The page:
A message to candidates

Former YUSU President, , comments on what the YUSU election candidates can expect to face in the next few weeks of campaigning

Week Seven – a week of voting coming up. If you haven’t set time aside for your assignments, or organised your timetable to show your face at every happening event in York this week, then you’re on the back foot.

But it’s okay. You can rely on your posters. Oh wait… no you can’t. This pretty much just leaves you with your policies, your cardboard and any other Early Learning Centre supplies and costumes left from the adolescent socials of your first-year.

Expect to get rejected time and time again; expect to harp on about your policies to the point where you think they’re the kind of stuff that would win you the US Presidency. But if you think you’ve got it bad, spare a thought for the BNOC who will get approached thirty times about why they should support a particular candidate in the election or asked to lend their Facebook clout to a campaign.

Just because you’ve represented a large group of students before doesn’t mean you know everything about the student experience. Give your membership a little more credit than that. However, do engage with them on the things they care about, not just what you want them to hear.

It’s not just about the big five Sabbaticals, it’s about the twenty-two or so officers that represent all members of the Union. So whilst you are campaigning to represent in your chosen area, bear in mind that you’re going to be working as part of a team and that you should also be selling your strongest attributes and skills to your electorate. Many students will judge you on how you come across, and how much they can trust your ability to get things done rather than what you’re actually telling them.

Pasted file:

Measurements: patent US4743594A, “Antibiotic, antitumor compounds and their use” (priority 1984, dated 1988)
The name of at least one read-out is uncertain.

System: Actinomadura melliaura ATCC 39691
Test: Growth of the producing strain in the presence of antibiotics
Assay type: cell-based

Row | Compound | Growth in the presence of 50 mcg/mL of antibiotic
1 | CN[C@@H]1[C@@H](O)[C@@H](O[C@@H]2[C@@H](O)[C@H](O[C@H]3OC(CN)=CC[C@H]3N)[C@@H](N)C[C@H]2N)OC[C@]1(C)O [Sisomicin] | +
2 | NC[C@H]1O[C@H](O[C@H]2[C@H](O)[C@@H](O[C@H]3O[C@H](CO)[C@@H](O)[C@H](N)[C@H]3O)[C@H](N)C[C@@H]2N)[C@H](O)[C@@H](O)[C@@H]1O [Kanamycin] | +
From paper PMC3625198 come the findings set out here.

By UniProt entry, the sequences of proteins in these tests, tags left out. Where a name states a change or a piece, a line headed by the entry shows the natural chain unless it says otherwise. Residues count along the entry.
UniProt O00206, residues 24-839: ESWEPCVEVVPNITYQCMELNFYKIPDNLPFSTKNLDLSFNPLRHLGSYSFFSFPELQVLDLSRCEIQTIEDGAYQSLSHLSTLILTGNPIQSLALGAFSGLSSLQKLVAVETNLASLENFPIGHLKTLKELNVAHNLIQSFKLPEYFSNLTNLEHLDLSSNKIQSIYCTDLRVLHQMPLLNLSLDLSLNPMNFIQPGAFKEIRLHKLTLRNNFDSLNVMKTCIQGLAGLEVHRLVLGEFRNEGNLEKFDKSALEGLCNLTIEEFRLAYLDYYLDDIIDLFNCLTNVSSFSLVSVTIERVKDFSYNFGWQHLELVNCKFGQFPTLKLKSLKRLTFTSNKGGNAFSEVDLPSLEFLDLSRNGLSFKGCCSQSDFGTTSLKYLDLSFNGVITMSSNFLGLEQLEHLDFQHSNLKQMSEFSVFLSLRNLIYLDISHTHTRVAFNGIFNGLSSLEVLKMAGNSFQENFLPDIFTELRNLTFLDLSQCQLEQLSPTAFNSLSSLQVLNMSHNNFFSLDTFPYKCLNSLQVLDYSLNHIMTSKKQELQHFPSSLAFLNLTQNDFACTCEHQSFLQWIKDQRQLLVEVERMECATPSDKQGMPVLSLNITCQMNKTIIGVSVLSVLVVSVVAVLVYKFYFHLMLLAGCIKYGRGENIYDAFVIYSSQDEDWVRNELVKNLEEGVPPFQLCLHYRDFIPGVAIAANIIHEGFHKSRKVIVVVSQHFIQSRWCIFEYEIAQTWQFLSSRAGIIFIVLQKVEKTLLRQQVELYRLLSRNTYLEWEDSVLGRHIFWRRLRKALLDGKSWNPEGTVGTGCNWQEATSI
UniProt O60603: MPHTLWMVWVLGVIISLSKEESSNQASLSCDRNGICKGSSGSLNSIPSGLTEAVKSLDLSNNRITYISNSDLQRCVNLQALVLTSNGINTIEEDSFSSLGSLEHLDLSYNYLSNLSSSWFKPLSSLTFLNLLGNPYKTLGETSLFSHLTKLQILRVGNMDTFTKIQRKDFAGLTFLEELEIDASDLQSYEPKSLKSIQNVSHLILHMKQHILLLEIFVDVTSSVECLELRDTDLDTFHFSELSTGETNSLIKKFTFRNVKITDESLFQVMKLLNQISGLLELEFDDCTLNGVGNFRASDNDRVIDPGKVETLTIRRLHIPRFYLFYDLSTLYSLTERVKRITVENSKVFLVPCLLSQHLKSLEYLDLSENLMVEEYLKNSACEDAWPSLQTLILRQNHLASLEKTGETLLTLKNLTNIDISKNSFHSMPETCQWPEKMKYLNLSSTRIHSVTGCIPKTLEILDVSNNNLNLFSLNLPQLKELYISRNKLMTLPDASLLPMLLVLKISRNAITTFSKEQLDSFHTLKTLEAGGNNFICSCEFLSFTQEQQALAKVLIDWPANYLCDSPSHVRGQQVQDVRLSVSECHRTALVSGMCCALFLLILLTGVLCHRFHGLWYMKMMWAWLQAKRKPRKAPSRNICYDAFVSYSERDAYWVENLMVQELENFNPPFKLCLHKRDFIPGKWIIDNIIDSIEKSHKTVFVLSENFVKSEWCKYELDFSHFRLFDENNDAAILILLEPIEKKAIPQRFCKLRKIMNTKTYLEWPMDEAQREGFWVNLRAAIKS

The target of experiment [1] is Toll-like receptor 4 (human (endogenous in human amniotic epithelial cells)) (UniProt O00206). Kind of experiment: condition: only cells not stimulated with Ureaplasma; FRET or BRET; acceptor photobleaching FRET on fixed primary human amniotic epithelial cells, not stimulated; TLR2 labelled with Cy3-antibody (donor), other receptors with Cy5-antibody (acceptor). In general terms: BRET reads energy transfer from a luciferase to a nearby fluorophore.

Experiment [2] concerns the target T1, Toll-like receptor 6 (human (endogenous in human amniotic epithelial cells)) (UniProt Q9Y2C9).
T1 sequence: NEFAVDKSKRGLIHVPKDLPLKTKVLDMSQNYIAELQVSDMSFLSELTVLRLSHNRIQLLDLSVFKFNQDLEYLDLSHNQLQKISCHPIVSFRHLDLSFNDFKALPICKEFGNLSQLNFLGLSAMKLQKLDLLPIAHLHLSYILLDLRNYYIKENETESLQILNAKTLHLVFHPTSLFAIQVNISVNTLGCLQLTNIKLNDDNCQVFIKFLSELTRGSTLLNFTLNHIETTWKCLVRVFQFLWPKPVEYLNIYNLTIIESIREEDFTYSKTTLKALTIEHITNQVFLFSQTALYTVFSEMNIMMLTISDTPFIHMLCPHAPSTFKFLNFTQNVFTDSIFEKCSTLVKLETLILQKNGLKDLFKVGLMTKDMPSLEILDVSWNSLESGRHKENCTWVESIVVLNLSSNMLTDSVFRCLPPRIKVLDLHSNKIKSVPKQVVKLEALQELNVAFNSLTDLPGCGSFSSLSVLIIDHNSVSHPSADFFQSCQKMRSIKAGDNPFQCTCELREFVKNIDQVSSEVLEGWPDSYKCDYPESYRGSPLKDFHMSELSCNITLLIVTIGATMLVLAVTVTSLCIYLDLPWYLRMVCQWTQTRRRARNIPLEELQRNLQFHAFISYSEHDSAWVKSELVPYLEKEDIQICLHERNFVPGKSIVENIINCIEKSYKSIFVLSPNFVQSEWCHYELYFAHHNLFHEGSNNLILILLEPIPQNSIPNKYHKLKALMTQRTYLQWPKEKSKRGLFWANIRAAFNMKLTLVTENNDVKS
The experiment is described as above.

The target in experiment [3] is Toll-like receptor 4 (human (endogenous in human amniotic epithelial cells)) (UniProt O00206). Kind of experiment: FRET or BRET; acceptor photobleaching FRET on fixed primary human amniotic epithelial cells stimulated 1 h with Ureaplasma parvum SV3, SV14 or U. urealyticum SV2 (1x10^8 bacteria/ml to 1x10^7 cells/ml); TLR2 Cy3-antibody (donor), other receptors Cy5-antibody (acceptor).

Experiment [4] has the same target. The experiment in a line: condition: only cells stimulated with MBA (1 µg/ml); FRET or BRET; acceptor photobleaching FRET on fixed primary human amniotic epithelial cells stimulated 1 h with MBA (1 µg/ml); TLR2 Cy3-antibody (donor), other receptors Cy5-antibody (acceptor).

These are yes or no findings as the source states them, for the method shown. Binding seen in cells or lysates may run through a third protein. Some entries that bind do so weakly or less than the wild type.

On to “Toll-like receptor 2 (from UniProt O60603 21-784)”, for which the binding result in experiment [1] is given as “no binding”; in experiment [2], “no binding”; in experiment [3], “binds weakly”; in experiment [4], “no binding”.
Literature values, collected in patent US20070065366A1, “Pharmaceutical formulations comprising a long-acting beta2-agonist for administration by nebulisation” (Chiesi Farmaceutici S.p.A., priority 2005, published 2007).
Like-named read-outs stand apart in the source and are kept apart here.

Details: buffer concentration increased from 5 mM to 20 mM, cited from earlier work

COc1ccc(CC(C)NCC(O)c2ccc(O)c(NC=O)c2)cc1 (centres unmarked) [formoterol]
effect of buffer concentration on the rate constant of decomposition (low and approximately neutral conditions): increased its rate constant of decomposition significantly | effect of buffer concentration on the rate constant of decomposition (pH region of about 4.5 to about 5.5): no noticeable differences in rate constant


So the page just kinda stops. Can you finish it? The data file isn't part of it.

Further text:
Campaigning is fun, though. You get to meet and discover students and places in a whole new light. Many of the bonds you make in the next week will go on to serve you in the future and win or lose, you’ll have definitely learnt a lot about yourself. Cover all your bases and just make sure that you’re enjoying it. Students can tell if you hate the campaign trail, as much as you can tell that they don’t want to listen. Knuckle down and get stuck in, it’s going to be a bumpy but fun ride.

When you win – it doesn’t stop there – you’ve actually got to do the job, so good luck. Focus back on the things that you couldn’t do – assignments, your friends, graduation and enjoying the summer while you still have the time before handover and first hits. Being an officer of the Union was one of the best experiences I ever went through…and that all sprung from the campaign trail.

One comment

  1. It was interesting to read how it seems so little has change in 37 years when I stood for Deputy President in 1975. Heck it was an evil campaign and my previous good standing as Ents Chair in 74/5 was destroyed in the process by forces far more dirty than anything the British or American political parties can muster.

    I didn’t win but it was an interesting exercise and I learned a great deal from the process. I made a few good friends and lost quite a few too.

    Just remember to keep the message simple and smile through it all – it may seem winning is life and death now and the heartbreak of losing is painful but it WILL stand you in good stead for the future.

    Good luck to all the candidates from an old York grad still living in the city.

    The DP candidate who won in 1974/5 had a simple slogan

    Vote Vote Vote for David Waugh
    He’s the guy we all adore
    He’s not too left
    He’s not too right
    And he’s not too flipping bright

    Reply




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